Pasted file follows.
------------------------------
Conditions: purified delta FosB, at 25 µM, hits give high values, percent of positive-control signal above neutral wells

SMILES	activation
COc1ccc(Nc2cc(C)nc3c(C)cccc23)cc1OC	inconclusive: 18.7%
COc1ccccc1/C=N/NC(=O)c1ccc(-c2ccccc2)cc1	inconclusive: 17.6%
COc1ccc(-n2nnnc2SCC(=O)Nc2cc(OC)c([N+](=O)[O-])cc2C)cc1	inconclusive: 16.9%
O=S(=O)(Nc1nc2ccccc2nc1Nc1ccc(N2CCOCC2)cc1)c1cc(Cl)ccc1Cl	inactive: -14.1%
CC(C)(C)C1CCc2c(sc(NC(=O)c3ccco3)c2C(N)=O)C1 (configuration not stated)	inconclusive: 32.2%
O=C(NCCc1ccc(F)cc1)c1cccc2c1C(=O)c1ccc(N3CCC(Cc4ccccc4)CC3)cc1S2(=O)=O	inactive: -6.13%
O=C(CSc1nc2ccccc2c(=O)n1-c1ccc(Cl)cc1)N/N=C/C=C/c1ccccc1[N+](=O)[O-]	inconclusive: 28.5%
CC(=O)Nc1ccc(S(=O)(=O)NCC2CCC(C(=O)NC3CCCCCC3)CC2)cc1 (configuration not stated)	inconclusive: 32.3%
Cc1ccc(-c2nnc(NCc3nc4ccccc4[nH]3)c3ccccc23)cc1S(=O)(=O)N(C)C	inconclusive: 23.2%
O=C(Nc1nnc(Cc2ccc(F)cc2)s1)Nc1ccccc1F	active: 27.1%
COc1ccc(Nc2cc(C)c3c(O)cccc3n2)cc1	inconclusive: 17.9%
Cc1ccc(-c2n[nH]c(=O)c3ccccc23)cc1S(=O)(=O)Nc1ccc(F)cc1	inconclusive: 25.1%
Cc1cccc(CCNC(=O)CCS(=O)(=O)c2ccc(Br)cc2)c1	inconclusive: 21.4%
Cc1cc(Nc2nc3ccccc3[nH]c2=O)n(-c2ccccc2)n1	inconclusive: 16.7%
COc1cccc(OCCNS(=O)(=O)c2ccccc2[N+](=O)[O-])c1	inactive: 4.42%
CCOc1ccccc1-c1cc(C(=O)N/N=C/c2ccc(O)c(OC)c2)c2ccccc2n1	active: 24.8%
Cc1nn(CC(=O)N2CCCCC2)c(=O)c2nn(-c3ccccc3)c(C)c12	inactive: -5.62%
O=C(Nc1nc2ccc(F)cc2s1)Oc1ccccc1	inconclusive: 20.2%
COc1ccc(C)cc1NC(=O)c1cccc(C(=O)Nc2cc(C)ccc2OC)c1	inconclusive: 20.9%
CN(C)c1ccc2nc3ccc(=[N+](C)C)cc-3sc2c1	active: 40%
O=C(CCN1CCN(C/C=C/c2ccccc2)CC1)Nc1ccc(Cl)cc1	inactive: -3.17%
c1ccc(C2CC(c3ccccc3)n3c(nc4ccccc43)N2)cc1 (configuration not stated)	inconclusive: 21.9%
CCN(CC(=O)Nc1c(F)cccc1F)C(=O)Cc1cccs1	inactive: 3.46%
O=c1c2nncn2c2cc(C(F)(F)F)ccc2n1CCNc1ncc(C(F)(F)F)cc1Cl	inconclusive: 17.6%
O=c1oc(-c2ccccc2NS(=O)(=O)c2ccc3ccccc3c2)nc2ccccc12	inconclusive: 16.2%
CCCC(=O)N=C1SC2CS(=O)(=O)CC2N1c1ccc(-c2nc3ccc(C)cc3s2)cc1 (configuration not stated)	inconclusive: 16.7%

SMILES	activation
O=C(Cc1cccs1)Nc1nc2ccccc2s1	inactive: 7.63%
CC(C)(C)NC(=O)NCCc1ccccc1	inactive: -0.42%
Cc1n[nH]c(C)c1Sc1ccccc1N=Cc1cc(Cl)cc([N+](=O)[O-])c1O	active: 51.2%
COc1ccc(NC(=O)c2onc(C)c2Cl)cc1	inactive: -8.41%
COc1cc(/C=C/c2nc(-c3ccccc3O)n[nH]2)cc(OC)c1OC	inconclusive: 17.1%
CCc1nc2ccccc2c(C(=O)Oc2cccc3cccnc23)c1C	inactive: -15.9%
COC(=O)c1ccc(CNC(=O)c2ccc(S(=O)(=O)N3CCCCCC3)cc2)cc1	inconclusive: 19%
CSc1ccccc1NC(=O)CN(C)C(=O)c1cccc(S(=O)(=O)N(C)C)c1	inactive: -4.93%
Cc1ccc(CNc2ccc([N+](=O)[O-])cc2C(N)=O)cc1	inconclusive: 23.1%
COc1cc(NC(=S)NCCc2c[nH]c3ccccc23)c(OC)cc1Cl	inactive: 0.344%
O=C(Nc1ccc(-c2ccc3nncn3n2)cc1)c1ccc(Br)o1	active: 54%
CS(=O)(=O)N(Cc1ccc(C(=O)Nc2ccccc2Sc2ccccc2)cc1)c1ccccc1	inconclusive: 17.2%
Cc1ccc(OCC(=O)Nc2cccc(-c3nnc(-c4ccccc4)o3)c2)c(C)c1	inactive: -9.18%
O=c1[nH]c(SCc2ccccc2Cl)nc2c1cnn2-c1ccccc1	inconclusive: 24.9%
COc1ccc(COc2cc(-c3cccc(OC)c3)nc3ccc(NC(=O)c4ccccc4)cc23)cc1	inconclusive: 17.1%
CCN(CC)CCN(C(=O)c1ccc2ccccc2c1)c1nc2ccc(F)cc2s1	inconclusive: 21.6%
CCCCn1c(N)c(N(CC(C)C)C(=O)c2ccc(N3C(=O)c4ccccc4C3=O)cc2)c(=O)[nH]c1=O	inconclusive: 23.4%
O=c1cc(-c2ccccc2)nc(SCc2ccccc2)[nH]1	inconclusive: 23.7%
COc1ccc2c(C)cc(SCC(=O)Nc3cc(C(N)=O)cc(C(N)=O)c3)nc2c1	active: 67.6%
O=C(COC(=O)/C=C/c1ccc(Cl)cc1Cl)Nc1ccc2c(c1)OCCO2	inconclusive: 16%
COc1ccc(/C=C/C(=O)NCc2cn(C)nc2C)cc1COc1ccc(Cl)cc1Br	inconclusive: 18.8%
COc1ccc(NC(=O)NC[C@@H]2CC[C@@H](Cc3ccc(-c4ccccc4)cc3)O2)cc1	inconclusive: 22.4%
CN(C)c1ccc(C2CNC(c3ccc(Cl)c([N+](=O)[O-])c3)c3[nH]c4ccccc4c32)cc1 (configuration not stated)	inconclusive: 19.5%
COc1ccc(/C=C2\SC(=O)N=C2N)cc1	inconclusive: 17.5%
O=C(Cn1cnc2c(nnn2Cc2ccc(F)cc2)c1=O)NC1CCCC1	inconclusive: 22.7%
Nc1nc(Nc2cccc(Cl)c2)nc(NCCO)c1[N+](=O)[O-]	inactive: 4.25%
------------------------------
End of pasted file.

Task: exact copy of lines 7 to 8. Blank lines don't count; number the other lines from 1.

CC(C)(C)C1CCc2c(sc(NC(=O)c3ccco3)c2C(N)=O)C1 (configuration not stated)	inconclusive: 32.2%
O=C(NCCc1ccc(F)cc1)c1cccc2c1C(=O)c1ccc(N3CCC(Cc4ccccc4)CC3)cc1S2(=O)=O	inactive: -6.13%